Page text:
Kaspersky Lab’s 400 million users worldwide can’t be happy about recent news linking the company’s antivirus products to spying. The Russian government reportedly used the Moscow-based company’s software to steal sensitive information from American intelligence agents.

The incidents remind us that the security products we trust to protect our PCs have more or less full access. “Every cloud-based anti-virus has the potential and the ability to delete files, to modify files,” said Jake Williams, Founder and President of Rendition Infosec. “They have the ability to launch new processes as well as terminate existing processes.”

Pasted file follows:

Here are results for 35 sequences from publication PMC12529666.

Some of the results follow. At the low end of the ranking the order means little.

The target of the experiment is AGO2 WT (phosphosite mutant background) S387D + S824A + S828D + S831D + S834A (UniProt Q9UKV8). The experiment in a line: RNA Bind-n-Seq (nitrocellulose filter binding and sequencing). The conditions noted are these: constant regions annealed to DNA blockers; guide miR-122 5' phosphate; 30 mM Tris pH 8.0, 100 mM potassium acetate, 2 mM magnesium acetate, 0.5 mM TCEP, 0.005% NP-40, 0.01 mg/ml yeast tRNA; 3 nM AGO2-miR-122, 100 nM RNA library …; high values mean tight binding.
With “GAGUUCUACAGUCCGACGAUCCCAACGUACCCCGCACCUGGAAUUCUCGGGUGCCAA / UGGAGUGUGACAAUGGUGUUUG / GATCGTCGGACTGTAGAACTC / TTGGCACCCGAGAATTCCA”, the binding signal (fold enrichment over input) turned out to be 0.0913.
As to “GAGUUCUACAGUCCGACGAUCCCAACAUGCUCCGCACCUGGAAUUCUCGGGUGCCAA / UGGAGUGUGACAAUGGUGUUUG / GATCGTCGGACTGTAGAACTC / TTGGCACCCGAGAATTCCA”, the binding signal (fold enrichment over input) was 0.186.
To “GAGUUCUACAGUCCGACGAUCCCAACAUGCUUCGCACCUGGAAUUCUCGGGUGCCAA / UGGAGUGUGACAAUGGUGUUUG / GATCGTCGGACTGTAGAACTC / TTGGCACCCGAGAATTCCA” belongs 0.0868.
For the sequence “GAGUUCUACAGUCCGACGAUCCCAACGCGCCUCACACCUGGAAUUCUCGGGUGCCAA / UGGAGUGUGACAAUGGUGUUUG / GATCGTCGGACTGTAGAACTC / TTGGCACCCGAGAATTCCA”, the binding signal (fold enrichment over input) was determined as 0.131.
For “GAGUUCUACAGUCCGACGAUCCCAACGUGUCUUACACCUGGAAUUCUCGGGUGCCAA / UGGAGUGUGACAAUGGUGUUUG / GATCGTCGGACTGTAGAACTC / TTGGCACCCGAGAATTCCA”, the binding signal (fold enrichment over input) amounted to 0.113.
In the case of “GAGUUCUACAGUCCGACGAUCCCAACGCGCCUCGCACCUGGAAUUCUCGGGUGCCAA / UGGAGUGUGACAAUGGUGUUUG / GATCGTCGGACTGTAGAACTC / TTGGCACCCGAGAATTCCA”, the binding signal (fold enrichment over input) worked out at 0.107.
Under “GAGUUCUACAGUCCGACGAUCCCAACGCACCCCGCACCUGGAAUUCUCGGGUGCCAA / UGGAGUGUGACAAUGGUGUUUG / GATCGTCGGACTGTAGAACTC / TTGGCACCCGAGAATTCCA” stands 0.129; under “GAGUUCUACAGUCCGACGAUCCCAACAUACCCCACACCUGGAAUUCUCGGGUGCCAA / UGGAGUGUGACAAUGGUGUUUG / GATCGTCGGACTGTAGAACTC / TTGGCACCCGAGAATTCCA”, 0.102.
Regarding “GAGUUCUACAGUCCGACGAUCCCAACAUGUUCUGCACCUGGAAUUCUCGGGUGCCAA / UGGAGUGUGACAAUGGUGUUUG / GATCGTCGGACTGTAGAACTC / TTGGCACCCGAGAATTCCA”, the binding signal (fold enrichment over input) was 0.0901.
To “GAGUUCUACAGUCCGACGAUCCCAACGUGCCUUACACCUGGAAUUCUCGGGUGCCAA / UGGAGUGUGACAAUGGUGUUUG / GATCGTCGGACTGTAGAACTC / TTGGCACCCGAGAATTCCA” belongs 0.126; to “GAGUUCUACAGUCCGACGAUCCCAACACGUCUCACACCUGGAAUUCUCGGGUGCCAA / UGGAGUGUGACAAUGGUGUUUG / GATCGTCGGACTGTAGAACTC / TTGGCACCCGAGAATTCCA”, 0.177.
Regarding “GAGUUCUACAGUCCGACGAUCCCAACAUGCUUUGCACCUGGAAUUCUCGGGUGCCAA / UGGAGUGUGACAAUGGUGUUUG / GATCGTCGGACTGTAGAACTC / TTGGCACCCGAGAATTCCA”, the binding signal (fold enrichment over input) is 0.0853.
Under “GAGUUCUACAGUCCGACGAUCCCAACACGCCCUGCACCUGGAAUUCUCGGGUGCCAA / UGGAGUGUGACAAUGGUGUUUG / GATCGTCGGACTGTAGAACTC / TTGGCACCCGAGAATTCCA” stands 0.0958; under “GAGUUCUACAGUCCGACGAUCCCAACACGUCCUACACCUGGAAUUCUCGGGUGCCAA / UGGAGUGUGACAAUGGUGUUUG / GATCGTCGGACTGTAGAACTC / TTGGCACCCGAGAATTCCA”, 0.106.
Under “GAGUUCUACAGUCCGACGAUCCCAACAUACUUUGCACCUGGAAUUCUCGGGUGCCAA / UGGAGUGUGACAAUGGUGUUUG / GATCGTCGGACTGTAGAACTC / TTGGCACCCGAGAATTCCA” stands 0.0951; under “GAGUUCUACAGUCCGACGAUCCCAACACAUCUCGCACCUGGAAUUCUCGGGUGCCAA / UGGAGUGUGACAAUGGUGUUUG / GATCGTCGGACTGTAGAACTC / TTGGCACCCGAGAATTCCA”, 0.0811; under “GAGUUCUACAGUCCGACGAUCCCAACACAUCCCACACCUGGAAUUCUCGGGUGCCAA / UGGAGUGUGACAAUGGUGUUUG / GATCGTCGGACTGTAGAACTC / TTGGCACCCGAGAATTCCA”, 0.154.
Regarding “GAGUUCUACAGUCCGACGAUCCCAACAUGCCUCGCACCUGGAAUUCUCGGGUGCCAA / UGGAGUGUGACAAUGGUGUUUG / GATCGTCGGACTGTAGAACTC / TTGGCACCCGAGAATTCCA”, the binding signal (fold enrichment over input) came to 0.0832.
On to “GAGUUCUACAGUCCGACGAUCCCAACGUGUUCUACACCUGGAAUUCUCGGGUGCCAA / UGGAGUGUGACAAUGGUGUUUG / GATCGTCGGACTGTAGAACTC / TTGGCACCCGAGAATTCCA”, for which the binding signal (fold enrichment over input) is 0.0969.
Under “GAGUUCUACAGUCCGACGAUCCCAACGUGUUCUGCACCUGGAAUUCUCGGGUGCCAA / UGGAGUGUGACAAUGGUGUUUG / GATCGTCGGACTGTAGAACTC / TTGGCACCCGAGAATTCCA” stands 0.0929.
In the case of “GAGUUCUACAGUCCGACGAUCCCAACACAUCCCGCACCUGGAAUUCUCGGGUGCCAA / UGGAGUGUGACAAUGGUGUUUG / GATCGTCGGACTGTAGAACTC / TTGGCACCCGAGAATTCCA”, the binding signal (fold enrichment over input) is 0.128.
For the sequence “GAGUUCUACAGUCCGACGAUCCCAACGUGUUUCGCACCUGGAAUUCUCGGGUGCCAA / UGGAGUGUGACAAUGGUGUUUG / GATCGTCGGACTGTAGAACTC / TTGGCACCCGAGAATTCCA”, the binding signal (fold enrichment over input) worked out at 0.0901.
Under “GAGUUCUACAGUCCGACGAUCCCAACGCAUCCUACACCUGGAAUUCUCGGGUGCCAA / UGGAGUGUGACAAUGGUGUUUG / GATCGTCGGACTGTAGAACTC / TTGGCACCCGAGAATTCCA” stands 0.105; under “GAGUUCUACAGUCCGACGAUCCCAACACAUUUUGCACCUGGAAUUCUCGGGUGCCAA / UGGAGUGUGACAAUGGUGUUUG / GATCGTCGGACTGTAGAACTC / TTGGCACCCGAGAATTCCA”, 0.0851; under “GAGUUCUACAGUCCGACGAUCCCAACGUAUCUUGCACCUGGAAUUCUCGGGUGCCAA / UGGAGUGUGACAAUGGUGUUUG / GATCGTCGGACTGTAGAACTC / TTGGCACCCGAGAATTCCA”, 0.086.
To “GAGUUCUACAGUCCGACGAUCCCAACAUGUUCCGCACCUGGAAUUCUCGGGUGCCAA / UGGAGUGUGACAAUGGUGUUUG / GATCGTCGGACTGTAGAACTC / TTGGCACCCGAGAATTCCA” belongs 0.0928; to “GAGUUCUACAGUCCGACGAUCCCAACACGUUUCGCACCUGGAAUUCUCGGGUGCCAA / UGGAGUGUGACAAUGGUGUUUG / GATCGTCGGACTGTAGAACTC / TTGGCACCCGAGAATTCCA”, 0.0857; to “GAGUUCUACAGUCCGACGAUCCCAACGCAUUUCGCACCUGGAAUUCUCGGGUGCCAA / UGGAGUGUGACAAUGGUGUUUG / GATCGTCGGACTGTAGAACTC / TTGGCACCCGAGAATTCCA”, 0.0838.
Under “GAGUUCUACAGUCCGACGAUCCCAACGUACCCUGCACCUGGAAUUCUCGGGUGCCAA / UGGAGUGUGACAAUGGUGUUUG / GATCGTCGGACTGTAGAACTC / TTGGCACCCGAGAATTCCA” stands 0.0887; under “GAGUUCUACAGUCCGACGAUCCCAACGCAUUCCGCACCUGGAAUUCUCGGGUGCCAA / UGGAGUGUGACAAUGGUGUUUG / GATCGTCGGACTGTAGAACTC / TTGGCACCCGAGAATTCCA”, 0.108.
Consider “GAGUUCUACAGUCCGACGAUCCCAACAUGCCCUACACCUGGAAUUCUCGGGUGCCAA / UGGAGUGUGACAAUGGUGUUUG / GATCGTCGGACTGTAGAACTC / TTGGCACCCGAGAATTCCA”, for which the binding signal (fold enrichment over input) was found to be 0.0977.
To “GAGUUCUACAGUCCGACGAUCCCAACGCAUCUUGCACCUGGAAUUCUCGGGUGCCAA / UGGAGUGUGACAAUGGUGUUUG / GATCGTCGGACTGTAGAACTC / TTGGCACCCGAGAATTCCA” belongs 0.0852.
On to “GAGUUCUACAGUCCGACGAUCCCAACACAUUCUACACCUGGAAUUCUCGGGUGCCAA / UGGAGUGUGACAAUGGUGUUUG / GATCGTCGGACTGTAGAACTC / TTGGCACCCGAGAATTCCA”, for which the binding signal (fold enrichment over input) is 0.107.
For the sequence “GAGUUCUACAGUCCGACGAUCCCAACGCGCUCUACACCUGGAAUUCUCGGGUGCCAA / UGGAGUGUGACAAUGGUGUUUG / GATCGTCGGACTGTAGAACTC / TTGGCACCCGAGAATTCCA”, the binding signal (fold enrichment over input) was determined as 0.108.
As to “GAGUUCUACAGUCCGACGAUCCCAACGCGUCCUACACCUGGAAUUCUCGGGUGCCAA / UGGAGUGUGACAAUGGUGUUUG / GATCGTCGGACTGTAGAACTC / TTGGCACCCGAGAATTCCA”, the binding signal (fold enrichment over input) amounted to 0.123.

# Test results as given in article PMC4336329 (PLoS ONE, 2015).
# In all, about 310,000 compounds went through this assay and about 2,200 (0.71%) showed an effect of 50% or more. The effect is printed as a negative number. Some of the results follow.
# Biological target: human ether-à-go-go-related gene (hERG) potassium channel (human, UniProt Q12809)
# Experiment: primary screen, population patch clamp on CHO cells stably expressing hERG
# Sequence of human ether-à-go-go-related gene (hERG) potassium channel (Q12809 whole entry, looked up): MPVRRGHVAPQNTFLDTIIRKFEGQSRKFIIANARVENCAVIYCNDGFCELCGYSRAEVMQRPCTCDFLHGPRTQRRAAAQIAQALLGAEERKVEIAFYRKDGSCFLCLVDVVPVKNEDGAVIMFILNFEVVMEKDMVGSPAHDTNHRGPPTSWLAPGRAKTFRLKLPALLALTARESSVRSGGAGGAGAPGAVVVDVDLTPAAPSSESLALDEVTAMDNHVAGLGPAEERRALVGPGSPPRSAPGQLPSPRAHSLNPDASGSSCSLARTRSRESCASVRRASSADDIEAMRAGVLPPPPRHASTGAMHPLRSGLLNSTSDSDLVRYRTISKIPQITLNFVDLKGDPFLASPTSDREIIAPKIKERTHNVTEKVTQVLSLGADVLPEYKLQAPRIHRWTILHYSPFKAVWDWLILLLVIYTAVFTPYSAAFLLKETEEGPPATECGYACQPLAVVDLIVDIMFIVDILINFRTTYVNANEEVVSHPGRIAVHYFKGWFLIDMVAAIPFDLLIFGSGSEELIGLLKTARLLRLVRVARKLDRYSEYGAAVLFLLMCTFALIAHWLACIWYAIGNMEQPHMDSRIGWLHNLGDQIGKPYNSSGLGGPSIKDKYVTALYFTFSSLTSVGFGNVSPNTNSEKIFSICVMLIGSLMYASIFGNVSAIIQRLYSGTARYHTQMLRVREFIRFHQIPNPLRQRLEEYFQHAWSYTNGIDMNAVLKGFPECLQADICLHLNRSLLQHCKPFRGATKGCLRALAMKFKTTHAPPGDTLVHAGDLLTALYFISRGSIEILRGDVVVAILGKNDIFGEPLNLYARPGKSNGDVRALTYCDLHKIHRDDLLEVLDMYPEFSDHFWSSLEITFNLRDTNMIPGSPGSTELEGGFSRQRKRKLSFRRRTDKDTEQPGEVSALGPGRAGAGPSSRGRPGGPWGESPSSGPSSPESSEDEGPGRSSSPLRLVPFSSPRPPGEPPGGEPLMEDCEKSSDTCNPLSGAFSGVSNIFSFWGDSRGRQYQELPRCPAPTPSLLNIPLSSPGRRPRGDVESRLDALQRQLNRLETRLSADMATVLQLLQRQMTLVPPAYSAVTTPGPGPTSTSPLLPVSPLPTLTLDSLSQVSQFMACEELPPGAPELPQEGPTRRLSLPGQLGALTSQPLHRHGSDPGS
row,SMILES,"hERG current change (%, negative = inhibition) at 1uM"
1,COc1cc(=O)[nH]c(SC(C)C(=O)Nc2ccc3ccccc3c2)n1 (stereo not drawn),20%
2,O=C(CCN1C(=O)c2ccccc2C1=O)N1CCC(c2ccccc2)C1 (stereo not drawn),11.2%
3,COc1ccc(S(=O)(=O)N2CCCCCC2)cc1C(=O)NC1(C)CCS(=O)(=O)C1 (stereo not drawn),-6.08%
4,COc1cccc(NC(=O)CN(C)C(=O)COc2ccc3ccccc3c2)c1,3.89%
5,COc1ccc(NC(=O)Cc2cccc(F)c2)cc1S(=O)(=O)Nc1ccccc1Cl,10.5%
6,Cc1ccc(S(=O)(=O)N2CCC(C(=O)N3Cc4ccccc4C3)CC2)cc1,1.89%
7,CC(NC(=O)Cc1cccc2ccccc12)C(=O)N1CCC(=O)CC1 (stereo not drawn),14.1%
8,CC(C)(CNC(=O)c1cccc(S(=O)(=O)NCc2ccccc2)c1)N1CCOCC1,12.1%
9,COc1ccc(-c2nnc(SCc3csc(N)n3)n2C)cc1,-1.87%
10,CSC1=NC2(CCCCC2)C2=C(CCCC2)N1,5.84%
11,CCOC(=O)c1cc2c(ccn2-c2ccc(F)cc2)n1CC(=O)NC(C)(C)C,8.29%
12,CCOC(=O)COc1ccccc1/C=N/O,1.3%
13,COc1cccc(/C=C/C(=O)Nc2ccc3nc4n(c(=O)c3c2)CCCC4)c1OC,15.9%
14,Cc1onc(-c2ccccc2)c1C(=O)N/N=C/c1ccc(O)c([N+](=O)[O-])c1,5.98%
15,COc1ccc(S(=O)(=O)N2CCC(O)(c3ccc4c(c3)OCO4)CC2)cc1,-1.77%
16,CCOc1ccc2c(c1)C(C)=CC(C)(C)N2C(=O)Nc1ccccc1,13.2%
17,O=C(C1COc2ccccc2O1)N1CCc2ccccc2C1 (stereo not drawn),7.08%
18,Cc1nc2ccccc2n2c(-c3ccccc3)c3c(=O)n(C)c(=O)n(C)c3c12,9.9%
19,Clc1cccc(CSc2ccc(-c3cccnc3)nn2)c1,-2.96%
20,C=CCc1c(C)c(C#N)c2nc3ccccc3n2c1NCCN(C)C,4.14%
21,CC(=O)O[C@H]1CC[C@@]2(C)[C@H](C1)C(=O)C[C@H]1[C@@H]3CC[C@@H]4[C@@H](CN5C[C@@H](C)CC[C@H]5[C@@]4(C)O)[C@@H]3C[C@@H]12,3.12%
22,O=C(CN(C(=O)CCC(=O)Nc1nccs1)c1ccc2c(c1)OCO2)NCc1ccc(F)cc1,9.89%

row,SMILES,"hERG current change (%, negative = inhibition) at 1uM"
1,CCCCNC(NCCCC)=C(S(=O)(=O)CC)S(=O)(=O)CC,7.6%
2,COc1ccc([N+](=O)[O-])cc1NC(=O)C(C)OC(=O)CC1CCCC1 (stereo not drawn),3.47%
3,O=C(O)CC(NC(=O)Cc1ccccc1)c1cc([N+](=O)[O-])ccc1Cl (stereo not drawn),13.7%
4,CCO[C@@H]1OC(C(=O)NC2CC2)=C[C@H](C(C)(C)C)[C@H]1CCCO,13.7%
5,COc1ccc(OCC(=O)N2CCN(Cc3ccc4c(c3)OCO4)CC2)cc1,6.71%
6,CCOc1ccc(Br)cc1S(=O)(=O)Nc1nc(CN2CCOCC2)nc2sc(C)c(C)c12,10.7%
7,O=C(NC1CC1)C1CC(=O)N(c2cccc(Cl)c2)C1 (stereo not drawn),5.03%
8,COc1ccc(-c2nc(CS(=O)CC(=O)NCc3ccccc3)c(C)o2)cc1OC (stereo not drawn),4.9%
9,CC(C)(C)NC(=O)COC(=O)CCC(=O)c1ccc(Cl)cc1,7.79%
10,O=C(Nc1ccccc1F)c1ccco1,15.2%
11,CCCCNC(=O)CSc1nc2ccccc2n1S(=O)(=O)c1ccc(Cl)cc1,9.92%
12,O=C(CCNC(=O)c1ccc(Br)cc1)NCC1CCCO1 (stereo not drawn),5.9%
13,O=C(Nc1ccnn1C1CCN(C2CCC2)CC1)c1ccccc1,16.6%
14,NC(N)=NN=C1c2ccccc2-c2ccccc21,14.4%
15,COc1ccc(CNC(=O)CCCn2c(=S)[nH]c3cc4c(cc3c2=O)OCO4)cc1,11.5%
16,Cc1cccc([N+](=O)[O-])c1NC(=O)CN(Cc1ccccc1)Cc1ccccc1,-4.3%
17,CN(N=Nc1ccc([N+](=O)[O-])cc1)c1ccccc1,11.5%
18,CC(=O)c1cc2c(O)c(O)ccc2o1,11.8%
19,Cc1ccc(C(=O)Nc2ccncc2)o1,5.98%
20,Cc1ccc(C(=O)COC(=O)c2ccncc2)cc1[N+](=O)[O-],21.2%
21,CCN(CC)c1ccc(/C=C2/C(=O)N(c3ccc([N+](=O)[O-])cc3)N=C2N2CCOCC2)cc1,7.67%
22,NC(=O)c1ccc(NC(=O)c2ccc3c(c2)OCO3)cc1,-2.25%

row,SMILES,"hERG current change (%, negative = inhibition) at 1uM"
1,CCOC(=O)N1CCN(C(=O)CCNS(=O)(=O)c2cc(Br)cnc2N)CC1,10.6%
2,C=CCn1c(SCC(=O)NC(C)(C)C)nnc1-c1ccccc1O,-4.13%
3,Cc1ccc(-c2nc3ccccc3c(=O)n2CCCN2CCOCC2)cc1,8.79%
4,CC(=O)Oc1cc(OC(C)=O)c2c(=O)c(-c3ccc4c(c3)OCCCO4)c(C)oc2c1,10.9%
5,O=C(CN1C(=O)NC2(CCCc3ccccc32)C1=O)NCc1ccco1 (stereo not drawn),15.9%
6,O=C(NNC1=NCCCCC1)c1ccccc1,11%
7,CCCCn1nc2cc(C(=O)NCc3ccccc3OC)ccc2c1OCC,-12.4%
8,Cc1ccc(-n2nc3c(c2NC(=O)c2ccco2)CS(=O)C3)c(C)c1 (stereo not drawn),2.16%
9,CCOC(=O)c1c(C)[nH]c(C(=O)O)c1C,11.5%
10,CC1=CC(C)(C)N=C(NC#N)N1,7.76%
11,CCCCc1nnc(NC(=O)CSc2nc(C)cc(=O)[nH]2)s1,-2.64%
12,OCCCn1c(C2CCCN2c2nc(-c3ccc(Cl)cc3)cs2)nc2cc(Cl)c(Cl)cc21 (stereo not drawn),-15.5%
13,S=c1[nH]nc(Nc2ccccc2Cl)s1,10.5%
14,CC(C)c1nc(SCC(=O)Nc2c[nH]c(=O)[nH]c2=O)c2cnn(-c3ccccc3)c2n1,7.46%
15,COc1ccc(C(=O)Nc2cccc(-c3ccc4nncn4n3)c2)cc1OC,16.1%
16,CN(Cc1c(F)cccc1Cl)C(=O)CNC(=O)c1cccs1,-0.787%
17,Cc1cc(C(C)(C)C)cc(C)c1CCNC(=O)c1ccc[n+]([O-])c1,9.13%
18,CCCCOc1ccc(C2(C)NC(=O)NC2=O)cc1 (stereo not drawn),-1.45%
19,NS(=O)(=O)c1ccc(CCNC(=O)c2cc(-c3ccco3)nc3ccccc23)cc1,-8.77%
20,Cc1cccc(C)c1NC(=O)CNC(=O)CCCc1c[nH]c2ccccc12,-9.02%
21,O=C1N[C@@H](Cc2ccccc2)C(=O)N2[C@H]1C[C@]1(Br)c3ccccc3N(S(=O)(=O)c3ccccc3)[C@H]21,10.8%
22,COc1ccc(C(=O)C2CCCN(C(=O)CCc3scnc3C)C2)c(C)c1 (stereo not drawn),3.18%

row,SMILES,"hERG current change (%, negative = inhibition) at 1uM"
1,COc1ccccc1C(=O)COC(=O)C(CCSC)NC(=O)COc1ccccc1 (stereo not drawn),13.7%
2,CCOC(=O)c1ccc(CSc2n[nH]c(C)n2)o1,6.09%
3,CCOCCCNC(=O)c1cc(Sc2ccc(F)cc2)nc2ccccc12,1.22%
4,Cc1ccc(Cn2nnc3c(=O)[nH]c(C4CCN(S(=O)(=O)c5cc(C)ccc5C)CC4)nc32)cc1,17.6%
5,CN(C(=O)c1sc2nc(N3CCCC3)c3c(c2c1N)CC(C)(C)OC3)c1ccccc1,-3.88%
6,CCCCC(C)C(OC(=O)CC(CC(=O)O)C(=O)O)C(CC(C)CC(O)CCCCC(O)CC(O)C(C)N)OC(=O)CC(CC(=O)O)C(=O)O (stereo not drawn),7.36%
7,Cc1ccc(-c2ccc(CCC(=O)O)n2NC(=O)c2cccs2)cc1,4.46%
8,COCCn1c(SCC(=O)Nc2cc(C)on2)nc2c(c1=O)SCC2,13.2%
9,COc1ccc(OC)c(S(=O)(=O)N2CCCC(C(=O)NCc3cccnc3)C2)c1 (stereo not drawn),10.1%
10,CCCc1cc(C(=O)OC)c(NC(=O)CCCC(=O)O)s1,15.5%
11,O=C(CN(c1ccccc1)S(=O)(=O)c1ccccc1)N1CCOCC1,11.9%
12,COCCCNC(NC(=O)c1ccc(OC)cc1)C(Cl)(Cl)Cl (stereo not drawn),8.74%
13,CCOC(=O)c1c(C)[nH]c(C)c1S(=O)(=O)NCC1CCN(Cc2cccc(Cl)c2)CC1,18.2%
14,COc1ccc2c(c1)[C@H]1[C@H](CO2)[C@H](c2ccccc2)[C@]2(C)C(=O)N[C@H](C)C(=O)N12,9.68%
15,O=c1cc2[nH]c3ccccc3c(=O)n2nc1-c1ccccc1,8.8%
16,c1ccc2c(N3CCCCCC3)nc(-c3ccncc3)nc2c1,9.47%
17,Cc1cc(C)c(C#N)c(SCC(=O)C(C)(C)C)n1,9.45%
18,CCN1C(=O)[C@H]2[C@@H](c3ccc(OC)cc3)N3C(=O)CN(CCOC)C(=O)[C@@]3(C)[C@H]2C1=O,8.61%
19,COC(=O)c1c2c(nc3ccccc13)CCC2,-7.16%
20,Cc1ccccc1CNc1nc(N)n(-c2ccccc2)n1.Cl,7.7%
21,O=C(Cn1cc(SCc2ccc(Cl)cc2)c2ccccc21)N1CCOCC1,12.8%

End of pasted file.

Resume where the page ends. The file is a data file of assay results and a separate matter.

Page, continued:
It’s bad if someone hacks your computer. If someone hacks your computer and uses your own antivirus software to take over, that’s a disaster. “Looking at all of this together,” Williams concluded, “It becomes clear that if whoever’s running your anti-virus doesn’t have your best interests at heart they can definitely do some damage.”

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